[Types-sig] PyDL RFC 0.02

Greg Stein gstein@lyra.org
Mon, 27 Dec 1999 11:41:20 -0800 (PST)

On Mon, 27 Dec 1999, scott wrote:
> On Mon, Dec 27, 1999 at 04:55:08AM -0800, Greg Stein wrote:
> > > The Python interpreter invokes the static interface interpreter and
> > > optionally the interface checker on a Python file and its associated
> > > PyDL file.  Typically a PyDL file is associated with a Python file
> > > through placement in the same path with the same base name and a
> > > ".pydl"  or ".gpydl" extension. If both are avaiable, the module'sj
> > > interface is created by combining the declarations in the ".pydl" and
> > > ".gpydl" files.
> > 
> > The notion of two types of files just adds complexity. There is no reason
> > that a generated file would be *any* different in form/syntax than a
> > human's file. The human just gets to add funky comments, indentation, etc.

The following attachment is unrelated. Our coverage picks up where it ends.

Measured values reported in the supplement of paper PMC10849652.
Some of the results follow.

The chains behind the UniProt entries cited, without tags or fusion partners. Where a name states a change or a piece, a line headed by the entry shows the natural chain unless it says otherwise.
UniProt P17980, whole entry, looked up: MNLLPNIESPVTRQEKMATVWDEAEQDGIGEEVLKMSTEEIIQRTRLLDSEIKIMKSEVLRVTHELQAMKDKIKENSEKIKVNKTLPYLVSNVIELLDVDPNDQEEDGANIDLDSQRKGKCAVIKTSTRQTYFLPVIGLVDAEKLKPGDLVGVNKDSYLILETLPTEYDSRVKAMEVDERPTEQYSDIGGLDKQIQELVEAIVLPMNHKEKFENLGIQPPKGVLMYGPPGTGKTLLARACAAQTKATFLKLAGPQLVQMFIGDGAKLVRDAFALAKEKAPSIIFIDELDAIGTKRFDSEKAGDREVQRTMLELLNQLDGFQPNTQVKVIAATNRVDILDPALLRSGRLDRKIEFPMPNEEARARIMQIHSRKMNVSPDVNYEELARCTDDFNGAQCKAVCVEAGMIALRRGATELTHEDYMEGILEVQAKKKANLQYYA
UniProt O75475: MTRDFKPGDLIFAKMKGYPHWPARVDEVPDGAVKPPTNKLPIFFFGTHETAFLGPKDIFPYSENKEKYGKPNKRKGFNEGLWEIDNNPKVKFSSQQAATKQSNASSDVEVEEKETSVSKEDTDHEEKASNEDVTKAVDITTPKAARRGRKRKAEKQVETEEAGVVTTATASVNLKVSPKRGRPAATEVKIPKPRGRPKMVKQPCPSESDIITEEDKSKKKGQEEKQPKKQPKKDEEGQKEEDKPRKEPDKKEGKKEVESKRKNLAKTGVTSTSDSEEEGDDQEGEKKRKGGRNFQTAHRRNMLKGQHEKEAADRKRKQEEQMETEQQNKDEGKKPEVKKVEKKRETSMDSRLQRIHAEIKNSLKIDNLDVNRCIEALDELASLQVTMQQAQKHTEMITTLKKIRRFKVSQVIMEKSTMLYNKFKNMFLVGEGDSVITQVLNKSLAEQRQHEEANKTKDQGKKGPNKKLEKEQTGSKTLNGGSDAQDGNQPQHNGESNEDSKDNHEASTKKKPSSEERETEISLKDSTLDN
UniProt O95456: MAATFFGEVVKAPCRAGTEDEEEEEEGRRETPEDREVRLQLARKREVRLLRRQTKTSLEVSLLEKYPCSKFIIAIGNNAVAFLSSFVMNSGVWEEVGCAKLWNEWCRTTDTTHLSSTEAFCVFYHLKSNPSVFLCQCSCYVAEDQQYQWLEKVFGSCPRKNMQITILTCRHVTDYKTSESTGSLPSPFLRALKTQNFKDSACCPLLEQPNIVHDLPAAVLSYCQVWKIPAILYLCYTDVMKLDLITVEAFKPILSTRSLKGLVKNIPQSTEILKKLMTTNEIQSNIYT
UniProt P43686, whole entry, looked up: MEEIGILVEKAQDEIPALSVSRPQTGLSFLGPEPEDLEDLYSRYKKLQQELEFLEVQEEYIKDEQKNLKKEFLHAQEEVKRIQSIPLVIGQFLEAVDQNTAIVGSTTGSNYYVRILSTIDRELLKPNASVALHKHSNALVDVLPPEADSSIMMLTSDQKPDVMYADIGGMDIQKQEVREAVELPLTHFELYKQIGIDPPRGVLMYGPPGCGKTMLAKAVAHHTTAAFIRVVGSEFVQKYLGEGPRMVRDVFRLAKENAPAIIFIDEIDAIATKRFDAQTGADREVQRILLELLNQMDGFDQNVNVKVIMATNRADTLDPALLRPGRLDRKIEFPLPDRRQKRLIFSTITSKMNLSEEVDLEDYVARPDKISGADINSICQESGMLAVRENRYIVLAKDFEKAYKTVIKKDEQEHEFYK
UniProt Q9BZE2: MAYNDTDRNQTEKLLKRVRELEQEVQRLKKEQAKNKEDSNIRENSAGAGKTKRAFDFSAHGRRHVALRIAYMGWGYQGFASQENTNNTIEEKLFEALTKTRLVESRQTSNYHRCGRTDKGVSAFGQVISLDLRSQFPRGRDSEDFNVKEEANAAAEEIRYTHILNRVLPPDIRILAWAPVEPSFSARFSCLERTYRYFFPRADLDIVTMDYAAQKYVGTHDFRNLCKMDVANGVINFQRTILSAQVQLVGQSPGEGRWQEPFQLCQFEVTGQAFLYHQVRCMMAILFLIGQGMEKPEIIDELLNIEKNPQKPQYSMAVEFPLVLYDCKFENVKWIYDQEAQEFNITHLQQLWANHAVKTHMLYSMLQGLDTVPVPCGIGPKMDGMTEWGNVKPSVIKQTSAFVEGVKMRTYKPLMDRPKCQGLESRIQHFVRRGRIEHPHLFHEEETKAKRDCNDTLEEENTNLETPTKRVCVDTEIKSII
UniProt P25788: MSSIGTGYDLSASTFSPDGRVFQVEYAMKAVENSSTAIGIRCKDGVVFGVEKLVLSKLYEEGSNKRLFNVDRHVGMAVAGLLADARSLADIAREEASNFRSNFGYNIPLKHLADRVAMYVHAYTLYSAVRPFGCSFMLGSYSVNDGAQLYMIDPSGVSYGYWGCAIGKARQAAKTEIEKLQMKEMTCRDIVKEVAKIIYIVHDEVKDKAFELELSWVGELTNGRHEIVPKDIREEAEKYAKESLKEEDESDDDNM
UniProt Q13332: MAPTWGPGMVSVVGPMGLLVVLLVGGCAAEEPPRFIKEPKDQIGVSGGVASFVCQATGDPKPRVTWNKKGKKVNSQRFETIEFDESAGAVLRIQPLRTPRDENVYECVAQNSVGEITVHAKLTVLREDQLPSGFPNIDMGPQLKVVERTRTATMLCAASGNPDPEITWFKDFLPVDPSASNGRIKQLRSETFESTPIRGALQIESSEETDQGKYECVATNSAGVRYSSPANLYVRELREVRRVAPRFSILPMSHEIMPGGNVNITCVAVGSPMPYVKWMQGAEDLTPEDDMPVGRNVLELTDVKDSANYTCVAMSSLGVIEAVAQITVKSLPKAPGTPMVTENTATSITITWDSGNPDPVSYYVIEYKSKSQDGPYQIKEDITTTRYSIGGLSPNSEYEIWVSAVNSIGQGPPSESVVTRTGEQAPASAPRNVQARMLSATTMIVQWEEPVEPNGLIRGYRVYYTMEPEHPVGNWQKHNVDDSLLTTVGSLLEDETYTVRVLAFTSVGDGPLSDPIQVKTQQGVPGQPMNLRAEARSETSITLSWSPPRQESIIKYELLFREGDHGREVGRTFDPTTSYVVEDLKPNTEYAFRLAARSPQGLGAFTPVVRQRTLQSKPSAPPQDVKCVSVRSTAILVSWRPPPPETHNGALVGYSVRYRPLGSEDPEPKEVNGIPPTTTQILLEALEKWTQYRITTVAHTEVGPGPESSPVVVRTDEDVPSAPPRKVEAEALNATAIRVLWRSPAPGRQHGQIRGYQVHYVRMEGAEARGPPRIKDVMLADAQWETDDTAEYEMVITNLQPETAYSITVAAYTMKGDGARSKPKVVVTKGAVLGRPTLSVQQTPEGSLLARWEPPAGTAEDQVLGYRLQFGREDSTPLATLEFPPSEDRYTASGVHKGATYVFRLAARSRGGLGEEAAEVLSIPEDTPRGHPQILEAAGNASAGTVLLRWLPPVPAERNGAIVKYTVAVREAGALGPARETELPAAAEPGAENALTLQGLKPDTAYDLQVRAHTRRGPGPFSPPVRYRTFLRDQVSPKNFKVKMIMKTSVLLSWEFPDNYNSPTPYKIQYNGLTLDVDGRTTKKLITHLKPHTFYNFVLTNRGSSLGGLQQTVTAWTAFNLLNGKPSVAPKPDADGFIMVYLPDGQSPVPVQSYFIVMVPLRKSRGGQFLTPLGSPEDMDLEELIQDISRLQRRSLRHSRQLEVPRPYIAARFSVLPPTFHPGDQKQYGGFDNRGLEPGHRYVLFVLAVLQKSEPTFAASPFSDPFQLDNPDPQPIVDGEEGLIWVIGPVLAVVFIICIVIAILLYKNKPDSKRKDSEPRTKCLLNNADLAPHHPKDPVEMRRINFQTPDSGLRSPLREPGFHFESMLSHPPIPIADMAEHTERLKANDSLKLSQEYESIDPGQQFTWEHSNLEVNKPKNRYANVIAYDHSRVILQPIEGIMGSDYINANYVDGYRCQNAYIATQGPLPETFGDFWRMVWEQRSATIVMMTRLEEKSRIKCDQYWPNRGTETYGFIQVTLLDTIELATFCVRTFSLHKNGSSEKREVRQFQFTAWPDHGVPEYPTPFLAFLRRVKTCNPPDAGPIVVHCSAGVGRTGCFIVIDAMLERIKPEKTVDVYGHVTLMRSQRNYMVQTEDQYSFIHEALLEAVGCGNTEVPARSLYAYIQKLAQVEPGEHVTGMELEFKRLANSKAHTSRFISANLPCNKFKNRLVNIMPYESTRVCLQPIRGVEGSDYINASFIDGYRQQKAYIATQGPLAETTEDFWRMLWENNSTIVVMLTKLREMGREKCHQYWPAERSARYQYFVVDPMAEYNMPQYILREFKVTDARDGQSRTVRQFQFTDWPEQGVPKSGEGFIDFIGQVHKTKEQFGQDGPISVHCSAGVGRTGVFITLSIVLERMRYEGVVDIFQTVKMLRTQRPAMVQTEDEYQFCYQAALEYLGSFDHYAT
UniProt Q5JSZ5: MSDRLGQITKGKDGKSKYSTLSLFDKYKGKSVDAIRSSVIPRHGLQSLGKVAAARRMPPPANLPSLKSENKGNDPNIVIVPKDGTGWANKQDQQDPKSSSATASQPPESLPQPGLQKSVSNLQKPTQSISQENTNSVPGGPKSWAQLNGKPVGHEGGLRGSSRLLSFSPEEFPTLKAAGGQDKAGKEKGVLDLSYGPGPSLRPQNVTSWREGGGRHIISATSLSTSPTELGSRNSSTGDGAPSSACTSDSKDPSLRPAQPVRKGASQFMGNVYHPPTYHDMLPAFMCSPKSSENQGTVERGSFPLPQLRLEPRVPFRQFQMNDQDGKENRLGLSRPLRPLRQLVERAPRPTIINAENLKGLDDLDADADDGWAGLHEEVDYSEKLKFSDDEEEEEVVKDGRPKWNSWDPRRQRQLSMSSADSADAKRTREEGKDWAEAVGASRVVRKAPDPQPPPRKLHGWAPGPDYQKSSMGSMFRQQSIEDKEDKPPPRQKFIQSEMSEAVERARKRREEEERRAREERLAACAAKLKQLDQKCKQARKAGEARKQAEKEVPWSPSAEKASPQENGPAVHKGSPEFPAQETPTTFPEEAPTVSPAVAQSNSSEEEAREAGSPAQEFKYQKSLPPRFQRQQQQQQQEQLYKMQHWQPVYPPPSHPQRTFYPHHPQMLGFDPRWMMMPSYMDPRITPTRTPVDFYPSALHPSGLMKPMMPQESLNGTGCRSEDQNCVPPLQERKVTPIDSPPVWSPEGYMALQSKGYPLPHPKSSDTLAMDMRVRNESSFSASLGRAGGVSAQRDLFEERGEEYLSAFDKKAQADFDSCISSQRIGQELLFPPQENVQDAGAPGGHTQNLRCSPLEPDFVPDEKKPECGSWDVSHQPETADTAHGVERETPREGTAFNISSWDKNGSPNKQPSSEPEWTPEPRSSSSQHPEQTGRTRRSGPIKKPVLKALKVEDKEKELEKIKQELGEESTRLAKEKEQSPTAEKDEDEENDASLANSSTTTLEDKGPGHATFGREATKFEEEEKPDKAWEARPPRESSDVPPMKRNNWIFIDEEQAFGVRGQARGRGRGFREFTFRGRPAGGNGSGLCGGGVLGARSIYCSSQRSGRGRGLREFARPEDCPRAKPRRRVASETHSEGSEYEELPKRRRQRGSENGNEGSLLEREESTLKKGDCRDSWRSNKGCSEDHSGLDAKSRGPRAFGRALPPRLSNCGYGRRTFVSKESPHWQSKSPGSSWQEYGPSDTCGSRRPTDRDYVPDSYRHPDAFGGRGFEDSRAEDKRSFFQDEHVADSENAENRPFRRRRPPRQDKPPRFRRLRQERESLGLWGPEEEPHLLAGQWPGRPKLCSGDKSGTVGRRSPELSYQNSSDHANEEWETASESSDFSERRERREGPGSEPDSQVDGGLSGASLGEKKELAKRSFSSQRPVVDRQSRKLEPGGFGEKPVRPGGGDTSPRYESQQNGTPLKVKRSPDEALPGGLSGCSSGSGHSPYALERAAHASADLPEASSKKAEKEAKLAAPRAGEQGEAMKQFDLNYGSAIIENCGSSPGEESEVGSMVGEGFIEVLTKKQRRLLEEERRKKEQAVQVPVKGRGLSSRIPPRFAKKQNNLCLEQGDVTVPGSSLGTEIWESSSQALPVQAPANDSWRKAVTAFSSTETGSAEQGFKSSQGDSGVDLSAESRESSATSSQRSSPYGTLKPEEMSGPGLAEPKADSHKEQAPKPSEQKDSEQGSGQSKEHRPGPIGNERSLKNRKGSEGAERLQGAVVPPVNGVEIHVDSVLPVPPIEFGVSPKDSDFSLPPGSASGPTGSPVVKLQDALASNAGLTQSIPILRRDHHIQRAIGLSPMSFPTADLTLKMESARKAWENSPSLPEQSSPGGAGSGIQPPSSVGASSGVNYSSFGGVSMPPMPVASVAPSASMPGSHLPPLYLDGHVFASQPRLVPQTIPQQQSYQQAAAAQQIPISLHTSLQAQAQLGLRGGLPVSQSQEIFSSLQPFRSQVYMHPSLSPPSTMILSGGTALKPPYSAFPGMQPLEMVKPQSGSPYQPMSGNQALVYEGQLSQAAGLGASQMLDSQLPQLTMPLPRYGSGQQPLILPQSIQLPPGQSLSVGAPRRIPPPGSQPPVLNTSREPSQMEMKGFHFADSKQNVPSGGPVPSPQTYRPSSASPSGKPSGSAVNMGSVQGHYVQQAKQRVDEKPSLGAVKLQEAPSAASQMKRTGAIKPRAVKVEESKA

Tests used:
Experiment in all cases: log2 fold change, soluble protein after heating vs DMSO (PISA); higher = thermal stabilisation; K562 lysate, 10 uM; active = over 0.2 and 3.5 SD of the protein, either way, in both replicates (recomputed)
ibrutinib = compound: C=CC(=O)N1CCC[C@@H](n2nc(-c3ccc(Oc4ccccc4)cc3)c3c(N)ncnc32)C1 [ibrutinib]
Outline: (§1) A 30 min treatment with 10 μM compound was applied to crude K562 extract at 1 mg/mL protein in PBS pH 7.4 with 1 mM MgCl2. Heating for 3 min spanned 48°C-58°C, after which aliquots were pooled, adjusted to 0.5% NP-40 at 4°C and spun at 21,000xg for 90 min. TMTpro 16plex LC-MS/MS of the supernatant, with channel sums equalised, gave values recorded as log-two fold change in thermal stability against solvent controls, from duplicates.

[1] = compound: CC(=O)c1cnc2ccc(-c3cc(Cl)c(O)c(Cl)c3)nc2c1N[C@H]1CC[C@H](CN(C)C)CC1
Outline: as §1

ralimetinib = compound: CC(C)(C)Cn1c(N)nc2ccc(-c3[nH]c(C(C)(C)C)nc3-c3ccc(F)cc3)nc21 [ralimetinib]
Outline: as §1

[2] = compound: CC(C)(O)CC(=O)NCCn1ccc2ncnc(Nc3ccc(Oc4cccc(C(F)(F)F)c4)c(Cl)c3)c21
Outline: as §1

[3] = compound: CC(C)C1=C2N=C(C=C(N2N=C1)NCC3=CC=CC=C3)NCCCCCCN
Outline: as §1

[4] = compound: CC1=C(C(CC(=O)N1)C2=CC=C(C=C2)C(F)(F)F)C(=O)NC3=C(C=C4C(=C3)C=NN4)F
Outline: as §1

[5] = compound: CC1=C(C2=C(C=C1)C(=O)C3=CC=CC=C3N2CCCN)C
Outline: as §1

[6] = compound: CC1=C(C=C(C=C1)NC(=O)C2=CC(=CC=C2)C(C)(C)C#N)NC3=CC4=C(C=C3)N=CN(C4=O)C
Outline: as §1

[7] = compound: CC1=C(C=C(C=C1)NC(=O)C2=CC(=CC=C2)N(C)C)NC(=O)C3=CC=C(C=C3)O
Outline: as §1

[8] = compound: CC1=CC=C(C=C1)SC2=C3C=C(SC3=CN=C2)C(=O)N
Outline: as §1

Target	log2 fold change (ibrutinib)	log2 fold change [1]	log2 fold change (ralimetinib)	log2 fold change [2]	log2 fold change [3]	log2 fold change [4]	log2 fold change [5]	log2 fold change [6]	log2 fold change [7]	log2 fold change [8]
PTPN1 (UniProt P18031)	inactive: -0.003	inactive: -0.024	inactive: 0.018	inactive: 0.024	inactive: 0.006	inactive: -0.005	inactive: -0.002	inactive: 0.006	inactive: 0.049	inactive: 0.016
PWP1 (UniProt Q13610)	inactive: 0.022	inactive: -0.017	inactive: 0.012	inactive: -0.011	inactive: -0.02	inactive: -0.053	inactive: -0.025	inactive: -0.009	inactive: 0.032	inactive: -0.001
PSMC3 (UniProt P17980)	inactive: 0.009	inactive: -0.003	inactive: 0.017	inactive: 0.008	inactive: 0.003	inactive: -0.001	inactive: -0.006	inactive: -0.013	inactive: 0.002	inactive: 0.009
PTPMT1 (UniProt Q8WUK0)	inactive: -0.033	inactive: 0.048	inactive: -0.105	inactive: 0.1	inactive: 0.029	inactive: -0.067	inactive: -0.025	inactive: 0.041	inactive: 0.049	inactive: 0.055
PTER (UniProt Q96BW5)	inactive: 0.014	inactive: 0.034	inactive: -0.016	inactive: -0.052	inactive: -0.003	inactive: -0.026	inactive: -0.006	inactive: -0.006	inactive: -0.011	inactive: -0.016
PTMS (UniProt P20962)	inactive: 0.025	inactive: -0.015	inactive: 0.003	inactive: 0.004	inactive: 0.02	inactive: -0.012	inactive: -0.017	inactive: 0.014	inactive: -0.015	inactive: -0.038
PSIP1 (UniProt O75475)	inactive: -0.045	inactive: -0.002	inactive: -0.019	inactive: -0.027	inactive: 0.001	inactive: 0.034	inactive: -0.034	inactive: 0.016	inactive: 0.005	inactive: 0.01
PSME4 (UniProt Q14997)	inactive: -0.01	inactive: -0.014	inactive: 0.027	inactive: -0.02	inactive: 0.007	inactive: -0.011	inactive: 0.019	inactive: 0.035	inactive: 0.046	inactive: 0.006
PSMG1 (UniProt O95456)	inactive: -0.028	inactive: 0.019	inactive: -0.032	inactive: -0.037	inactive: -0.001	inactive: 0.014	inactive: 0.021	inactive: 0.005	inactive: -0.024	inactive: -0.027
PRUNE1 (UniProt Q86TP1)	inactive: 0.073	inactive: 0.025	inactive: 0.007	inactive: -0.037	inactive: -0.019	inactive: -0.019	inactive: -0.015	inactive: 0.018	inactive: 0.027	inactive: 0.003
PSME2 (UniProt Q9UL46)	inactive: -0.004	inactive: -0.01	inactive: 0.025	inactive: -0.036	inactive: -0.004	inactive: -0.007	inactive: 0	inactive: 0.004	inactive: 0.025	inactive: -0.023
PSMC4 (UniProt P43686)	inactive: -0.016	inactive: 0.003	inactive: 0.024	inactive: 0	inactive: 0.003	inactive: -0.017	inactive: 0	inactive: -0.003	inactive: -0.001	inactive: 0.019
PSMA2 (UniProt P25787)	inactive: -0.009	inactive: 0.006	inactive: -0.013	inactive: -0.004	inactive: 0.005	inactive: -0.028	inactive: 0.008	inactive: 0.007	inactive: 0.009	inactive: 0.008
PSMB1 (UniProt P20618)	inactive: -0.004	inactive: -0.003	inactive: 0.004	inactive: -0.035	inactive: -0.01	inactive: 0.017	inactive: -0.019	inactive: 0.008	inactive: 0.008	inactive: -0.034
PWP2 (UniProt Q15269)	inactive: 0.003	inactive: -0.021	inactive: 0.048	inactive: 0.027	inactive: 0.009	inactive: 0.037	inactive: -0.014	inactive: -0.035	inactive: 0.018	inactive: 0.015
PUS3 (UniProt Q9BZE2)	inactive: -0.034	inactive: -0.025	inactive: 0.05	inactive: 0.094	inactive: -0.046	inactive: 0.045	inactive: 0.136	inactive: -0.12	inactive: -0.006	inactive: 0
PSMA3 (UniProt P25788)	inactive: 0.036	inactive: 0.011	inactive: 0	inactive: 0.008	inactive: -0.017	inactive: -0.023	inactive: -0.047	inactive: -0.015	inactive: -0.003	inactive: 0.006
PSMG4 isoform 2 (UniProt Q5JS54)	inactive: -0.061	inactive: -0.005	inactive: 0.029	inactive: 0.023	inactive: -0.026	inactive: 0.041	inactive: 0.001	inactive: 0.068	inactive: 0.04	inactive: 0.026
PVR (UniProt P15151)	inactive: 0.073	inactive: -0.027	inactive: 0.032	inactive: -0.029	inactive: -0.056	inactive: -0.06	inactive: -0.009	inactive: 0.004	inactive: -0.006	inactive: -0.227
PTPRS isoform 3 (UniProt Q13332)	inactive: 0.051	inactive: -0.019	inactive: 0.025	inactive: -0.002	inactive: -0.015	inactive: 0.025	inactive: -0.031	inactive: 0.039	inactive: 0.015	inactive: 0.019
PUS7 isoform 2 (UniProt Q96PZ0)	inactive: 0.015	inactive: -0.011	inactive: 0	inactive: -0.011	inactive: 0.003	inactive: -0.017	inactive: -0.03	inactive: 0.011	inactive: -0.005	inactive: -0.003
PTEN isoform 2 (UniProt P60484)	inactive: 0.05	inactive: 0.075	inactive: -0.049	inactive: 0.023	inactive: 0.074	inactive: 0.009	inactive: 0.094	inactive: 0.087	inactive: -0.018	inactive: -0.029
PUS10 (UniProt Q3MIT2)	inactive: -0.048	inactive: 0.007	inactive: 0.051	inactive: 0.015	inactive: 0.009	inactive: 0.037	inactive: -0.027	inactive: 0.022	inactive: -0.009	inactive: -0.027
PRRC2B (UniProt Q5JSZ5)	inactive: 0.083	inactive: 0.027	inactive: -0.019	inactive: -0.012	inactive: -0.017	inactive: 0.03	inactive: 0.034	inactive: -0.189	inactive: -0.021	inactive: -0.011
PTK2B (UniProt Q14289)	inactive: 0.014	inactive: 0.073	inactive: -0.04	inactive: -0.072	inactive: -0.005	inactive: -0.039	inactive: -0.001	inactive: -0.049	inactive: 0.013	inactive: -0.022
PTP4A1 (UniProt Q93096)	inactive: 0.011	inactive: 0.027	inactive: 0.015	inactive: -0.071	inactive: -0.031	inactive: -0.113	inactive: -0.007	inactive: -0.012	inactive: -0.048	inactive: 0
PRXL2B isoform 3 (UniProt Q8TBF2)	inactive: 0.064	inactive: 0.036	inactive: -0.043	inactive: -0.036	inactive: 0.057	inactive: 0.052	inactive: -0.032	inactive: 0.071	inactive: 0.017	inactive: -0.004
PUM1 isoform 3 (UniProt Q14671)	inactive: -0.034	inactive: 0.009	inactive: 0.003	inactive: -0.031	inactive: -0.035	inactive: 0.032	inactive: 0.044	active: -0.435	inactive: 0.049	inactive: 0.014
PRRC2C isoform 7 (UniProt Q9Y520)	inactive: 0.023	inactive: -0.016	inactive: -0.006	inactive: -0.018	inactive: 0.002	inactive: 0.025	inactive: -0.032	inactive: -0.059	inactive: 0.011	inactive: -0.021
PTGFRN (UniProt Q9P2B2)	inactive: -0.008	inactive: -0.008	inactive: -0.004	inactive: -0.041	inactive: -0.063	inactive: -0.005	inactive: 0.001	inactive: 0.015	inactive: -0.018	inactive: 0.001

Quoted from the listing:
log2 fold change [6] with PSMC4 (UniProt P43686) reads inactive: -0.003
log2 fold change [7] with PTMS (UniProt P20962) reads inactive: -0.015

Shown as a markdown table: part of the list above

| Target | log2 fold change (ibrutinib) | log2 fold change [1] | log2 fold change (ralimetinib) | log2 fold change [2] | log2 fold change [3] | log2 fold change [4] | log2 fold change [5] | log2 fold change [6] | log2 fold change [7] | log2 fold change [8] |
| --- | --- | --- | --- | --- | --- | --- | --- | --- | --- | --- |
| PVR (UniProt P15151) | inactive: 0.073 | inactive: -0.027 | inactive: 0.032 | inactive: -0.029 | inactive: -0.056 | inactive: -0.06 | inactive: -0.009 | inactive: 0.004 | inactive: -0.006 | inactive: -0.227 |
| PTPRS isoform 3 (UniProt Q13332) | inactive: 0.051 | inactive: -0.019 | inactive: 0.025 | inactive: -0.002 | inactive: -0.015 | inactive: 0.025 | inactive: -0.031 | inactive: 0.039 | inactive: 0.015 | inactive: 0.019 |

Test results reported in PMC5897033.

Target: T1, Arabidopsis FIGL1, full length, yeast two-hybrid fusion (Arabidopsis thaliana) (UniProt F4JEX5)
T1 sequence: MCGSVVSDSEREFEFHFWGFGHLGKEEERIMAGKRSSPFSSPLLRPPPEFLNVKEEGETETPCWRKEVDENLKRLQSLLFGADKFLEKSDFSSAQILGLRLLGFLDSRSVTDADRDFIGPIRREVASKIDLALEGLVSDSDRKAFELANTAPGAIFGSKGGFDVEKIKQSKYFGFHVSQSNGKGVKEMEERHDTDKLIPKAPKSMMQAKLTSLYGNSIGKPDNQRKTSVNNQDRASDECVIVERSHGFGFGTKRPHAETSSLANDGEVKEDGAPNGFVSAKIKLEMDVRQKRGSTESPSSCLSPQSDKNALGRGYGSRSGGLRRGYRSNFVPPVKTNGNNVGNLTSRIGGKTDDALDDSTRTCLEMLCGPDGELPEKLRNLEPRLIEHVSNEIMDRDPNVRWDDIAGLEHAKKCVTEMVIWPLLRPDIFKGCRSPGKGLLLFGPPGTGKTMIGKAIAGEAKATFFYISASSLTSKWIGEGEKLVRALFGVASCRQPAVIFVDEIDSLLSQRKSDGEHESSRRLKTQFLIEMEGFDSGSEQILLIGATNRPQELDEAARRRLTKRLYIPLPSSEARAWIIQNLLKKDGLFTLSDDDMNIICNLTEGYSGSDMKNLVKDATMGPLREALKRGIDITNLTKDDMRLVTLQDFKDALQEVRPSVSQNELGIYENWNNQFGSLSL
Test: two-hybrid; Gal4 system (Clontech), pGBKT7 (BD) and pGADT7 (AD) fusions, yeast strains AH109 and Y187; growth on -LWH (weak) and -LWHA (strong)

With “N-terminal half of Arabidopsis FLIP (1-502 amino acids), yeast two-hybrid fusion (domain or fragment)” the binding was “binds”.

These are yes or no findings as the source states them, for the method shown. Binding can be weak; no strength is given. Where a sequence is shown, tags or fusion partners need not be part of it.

> > 
> > In other words: design around a single file.
> Greg, are you suggesting a single file which gets generated type info
> appened automatically?

Nope. It sounded like Paul was suggesting different formats, suffixes, and
purpose. I don't think we should go that route.

It would seem best to have a .pyi file that a human can craft and
maintain. It would be quite easy to have the type-check mode warn the user
that they haven't declared some interface or something (so they can go
and add it in). Heck, maybe the
user did that on purpose, because the class isn't public. It would also be
quite possible to invoke the type-checker with a mode that says "generate
a .pyi file for me." The user can then edit the thing as needed.

I also think that we'd want to avoid "combining the declarations" of two
files. Again, the user may not want the second group of declarations. And
the combination rules might be a bit hard to describe or handle (from the
human's standpoint).


Greg Stein, http://www.lyra.org/